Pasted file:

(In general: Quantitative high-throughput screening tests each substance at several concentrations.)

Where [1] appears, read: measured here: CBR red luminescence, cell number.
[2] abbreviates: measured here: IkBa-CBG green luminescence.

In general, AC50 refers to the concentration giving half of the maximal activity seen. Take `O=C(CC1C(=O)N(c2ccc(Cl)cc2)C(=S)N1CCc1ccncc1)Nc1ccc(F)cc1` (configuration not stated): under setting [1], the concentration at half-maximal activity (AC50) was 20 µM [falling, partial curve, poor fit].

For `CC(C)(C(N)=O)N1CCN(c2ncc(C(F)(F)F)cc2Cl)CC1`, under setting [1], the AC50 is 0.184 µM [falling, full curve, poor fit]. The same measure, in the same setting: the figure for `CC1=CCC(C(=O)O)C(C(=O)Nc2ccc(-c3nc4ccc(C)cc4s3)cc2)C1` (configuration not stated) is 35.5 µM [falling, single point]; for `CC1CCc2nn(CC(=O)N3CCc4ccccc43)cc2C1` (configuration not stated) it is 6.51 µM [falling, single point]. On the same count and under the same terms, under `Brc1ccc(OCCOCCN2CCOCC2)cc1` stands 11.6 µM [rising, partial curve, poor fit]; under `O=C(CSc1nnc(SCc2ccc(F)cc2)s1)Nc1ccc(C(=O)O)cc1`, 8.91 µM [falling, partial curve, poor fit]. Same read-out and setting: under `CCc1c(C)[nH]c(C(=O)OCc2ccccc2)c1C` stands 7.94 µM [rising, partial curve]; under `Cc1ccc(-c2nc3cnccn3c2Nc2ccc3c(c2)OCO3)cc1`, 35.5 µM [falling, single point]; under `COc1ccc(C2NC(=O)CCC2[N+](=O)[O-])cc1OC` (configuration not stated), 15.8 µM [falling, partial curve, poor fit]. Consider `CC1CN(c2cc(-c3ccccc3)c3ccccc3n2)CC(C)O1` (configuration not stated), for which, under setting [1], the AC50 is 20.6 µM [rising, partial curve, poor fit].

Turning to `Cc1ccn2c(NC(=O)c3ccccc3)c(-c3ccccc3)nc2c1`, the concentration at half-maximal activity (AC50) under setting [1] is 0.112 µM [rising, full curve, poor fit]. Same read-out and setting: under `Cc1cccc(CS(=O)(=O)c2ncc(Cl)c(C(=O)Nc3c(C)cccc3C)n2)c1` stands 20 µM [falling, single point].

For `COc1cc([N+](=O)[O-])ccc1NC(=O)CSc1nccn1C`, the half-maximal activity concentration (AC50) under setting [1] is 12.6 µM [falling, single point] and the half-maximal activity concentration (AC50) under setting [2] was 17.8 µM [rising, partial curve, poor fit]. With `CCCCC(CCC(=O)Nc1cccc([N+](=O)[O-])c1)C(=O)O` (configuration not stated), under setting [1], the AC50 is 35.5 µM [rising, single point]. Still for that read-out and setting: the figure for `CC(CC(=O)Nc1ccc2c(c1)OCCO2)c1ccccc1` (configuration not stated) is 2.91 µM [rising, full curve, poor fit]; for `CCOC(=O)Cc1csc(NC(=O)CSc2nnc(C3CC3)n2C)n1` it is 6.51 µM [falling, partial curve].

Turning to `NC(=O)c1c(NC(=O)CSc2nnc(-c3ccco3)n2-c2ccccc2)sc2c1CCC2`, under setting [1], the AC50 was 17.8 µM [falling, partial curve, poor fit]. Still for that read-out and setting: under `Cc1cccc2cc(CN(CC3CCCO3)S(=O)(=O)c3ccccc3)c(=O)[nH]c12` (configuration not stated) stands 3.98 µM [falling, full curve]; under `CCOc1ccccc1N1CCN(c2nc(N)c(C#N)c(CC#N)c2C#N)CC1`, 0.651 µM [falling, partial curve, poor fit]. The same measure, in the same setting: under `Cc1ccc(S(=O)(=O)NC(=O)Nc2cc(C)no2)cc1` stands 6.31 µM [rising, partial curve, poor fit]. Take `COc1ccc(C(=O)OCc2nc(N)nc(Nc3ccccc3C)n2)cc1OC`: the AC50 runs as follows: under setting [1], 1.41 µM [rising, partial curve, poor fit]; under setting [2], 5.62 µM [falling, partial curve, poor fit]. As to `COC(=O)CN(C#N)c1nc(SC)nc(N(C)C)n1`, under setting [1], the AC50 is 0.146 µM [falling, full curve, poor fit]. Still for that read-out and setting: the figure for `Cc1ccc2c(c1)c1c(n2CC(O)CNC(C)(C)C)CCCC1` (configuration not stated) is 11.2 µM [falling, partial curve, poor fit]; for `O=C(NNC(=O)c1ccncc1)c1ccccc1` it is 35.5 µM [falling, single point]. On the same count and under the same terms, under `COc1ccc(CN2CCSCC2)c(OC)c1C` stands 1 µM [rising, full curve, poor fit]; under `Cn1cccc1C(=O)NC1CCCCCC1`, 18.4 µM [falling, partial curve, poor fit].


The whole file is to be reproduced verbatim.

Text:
(In general: Quantitative high-throughput screening tests each substance at several concentrations.)

Where [1] appears, read: measured here: CBR red luminescence, cell number.
[2] abbreviates: measured here: IkBa-CBG green luminescence.

In general, AC50 refers to the concentration giving half of the maximal activity seen. Take `O=C(CC1C(=O)N(c2ccc(Cl)cc2)C(=S)N1CCc1ccncc1)Nc1ccc(F)cc1` (configuration not stated): under setting [1], the concentration at half-maximal activity (AC50) was 20 µM [falling, partial curve, poor fit].

For `CC(C)(C(N)=O)N1CCN(c2ncc(C(F)(F)F)cc2Cl)CC1`, under setting [1], the AC50 is 0.184 µM [falling, full curve, poor fit]. The same measure, in the same setting: the figure for `CC1=CCC(C(=O)O)C(C(=O)Nc2ccc(-c3nc4ccc(C)cc4s3)cc2)C1` (configuration not stated) is 35.5 µM [falling, single point]; for `CC1CCc2nn(CC(=O)N3CCc4ccccc43)cc2C1` (configuration not stated) it is 6.51 µM [falling, single point]. On the same count and under the same terms, under `Brc1ccc(OCCOCCN2CCOCC2)cc1` stands 11.6 µM [rising, partial curve, poor fit]; under `O=C(CSc1nnc(SCc2ccc(F)cc2)s1)Nc1ccc(C(=O)O)cc1`, 8.91 µM [falling, partial curve, poor fit]. Same read-out and setting: under `CCc1c(C)[nH]c(C(=O)OCc2ccccc2)c1C` stands 7.94 µM [rising, partial curve]; under `Cc1ccc(-c2nc3cnccn3c2Nc2ccc3c(c2)OCO3)cc1`, 35.5 µM [falling, single point]; under `COc1ccc(C2NC(=O)CCC2[N+](=O)[O-])cc1OC` (configuration not stated), 15.8 µM [falling, partial curve, poor fit]. Consider `CC1CN(c2cc(-c3ccccc3)c3ccccc3n2)CC(C)O1` (configuration not stated), for which, under setting [1], the AC50 is 20.6 µM [rising, partial curve, poor fit].

Turning to `Cc1ccn2c(NC(=O)c3ccccc3)c(-c3ccccc3)nc2c1`, the concentration at half-maximal activity (AC50) under setting [1] is 0.112 µM [rising, full curve, poor fit]. Same read-out and setting: under `Cc1cccc(CS(=O)(=O)c2ncc(Cl)c(C(=O)Nc3c(C)cccc3C)n2)c1` stands 20 µM [falling, single point].

For `COc1cc([N+](=O)[O-])ccc1NC(=O)CSc1nccn1C`, the half-maximal activity concentration (AC50) under setting [1] is 12.6 µM [falling, single point] and the half-maximal activity concentration (AC50) under setting [2] was 17.8 µM [rising, partial curve, poor fit]. With `CCCCC(CCC(=O)Nc1cccc([N+](=O)[O-])c1)C(=O)O` (configuration not stated), under setting [1], the AC50 is 35.5 µM [rising, single point]. Still for that read-out and setting: the figure for `CC(CC(=O)Nc1ccc2c(c1)OCCO2)c1ccccc1` (configuration not stated) is 2.91 µM [rising, full curve, poor fit]; for `CCOC(=O)Cc1csc(NC(=O)CSc2nnc(C3CC3)n2C)n1` it is 6.51 µM [falling, partial curve].

Turning to `NC(=O)c1c(NC(=O)CSc2nnc(-c3ccco3)n2-c2ccccc2)sc2c1CCC2`, under setting [1], the AC50 was 17.8 µM [falling, partial curve, poor fit]. Still for that read-out and setting: under `Cc1cccc2cc(CN(CC3CCCO3)S(=O)(=O)c3ccccc3)c(=O)[nH]c12` (configuration not stated) stands 3.98 µM [falling, full curve]; under `CCOc1ccccc1N1CCN(c2nc(N)c(C#N)c(CC#N)c2C#N)CC1`, 0.651 µM [falling, partial curve, poor fit]. The same measure, in the same setting: under `Cc1ccc(S(=O)(=O)NC(=O)Nc2cc(C)no2)cc1` stands 6.31 µM [rising, partial curve, poor fit]. Take `COc1ccc(C(=O)OCc2nc(N)nc(Nc3ccccc3C)n2)cc1OC`: the AC50 runs as follows: under setting [1], 1.41 µM [rising, partial curve, poor fit]; under setting [2], 5.62 µM [falling, partial curve, poor fit]. As to `COC(=O)CN(C#N)c1nc(SC)nc(N(C)C)n1`, under setting [1], the AC50 is 0.146 µM [falling, full curve, poor fit]. Still for that read-out and setting: the figure for `Cc1ccc2c(c1)c1c(n2CC(O)CNC(C)(C)C)CCCC1` (configuration not stated) is 11.2 µM [falling, partial curve, poor fit]; for `O=C(NNC(=O)c1ccncc1)c1ccccc1` it is 35.5 µM [falling, single point]. On the same count and under the same terms, under `COc1ccc(CN2CCSCC2)c(OC)c1C` stands 1 µM [rising, full curve, poor fit]; under `Cn1cccc1C(=O)NC1CCCCCC1`, 18.4 µM [falling, partial curve, poor fit].